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I Got a Microfreak!

I had a bit of cash, and have been working with a portable setup lately that is mostly Koala Sampler, my phone, a Samson Go mic, and a tiny DAC that is literally a USB-C jack to two 3.5mm audio jacks, one in and one out, and decided I needed some more hands-on sound design power.

In the spirit of maintaining portability, I looked to smaller devices. The problem I find there is that a lot of portable devices look like they're about as much fun to design sound on as a VST or app, so why not just spend a fraction of the cost and do that instead? I did end up working out some of the trouble I had getting Csound for Android working, which is great since there's almost infinite sound design potential there if you don't mind coding (which is how I mostly made music for the first 15-years I was doing it.)

I made a track with Csound and Koala, and decided I still wanted something more immediate than code. So, I bought a Microfreak.

I'm sure the copious firmware updates in the 4 years since it came out have something to do with it being way more capable than I had initially assumed (and at the time I was comparing it with Hydrasynth, which is significantly more capable.) It's got something like 24 different oscillator types now which cover a lot of ground from VA, to wavetable, to granular, and even samples now. They're all a bit limited since there are only 3-4 parameters per oscillator that can be tweaked, but Arturia (and presumably Mutable before them) made sure that those parameters are the ones you really want to control.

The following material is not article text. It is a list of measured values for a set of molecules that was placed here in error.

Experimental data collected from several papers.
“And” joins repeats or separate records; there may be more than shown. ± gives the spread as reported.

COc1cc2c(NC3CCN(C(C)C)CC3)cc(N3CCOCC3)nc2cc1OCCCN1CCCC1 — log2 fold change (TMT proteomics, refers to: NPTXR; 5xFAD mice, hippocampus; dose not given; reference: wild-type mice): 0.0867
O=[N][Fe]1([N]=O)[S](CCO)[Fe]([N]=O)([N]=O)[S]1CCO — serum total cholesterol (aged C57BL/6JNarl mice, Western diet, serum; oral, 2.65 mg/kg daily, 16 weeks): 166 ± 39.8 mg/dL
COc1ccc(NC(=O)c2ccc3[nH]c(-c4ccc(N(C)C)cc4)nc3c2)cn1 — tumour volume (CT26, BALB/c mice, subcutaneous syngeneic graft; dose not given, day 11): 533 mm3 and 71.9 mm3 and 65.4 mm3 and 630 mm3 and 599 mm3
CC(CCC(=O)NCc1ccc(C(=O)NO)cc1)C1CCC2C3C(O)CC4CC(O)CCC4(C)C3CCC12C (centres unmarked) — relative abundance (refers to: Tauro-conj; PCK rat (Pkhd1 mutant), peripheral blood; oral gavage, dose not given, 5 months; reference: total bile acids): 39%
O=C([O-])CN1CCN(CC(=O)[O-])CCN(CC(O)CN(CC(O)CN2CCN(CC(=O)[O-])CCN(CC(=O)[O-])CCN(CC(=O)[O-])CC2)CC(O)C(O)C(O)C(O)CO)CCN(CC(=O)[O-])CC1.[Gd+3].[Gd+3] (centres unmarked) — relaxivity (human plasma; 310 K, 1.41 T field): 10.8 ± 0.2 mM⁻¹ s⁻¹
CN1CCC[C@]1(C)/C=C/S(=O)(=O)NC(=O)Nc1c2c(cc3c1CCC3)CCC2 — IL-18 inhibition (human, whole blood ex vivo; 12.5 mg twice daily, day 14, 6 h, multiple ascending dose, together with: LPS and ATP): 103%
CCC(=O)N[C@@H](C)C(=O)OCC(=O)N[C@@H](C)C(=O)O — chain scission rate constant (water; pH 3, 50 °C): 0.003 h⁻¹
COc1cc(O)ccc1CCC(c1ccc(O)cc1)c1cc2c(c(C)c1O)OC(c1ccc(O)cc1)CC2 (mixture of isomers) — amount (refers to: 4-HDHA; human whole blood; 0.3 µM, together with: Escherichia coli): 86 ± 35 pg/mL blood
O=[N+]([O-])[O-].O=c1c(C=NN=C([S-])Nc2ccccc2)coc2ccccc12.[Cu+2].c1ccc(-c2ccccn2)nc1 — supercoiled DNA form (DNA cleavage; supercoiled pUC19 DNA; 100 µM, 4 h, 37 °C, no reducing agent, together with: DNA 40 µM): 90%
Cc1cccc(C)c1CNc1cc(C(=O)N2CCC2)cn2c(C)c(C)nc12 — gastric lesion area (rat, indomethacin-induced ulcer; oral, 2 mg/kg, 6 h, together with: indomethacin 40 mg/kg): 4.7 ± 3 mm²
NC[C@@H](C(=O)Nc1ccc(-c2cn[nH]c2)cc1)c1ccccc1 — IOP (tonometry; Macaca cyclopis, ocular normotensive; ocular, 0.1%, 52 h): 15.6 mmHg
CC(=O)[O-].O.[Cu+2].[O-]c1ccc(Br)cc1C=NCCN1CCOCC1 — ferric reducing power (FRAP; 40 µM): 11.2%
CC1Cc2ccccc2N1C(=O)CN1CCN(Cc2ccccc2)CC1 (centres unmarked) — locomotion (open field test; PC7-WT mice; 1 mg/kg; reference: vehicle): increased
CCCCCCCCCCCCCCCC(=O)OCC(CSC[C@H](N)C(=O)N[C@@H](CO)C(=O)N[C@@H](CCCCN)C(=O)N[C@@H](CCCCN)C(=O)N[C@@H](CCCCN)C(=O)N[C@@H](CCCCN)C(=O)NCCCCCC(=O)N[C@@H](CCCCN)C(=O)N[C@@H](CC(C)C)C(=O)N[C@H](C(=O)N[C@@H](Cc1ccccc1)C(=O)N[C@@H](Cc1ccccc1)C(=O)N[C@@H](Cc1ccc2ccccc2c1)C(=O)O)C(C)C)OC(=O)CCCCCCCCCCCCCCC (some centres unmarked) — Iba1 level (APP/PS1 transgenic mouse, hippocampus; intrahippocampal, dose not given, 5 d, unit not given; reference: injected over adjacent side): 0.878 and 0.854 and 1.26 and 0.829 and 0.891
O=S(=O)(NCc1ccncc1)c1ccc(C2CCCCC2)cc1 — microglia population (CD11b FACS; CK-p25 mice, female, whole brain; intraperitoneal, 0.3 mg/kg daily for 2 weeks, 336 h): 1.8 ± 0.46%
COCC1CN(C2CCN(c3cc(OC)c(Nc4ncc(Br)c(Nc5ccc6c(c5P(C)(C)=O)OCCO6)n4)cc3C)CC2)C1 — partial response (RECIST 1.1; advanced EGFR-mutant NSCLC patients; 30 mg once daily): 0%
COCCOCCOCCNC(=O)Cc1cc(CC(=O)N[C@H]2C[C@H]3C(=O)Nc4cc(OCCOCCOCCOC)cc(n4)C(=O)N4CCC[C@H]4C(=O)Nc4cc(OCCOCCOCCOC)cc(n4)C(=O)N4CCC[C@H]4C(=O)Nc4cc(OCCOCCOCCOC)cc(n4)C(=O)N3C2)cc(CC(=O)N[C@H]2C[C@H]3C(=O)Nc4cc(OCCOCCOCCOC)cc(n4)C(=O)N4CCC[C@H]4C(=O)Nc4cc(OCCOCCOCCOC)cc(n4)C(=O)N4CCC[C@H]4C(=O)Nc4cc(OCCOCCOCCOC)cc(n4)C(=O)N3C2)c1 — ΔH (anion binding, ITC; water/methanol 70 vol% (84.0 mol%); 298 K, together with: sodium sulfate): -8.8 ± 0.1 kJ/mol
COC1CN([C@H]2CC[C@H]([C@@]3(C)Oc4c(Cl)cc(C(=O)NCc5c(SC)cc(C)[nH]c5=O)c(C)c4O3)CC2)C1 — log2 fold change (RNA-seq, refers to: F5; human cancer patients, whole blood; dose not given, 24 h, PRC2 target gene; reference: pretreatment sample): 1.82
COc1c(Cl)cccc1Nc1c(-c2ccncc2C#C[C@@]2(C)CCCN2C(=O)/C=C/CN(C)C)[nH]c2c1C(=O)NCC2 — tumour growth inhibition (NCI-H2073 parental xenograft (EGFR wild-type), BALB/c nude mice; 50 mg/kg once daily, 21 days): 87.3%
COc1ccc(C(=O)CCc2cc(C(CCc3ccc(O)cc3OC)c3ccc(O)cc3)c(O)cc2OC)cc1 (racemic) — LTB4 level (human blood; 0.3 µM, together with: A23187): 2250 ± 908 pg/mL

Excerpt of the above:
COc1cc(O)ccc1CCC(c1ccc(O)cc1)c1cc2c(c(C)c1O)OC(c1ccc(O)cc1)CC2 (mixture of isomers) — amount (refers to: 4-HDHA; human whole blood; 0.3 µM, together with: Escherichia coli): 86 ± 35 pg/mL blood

I've made more patches on it in a couple of weeks than I have on the Hydrasynth in a couple of years. (Mind you, I've made many more finished tracks with the Hydrasynth so far, so we'll see in the end.) It's super easy to dial in usable and interesting sounds. And yeah, you can "freak" out and make it sound like a university student first discovering LFOs, but I find that side of it decidedly less interesting. If I want cutting edge modulation experimentation, I'll code something up in Csound. The Microfreak just effortlessly does great leads, basses, and pads.

Like everyone else who has one complains: it'd be nice to have some onboard effects since it sounds pretty dry without them. Luckily Koala has quite a few decent effects these days. Really, the amount of sound design, and track creation potential between a $350 synth, a $15 app, and an $8 interface is making me feel a bit dumb over the desk packed with hardware I have at home. (Never mind the $1200 phone I suppose...)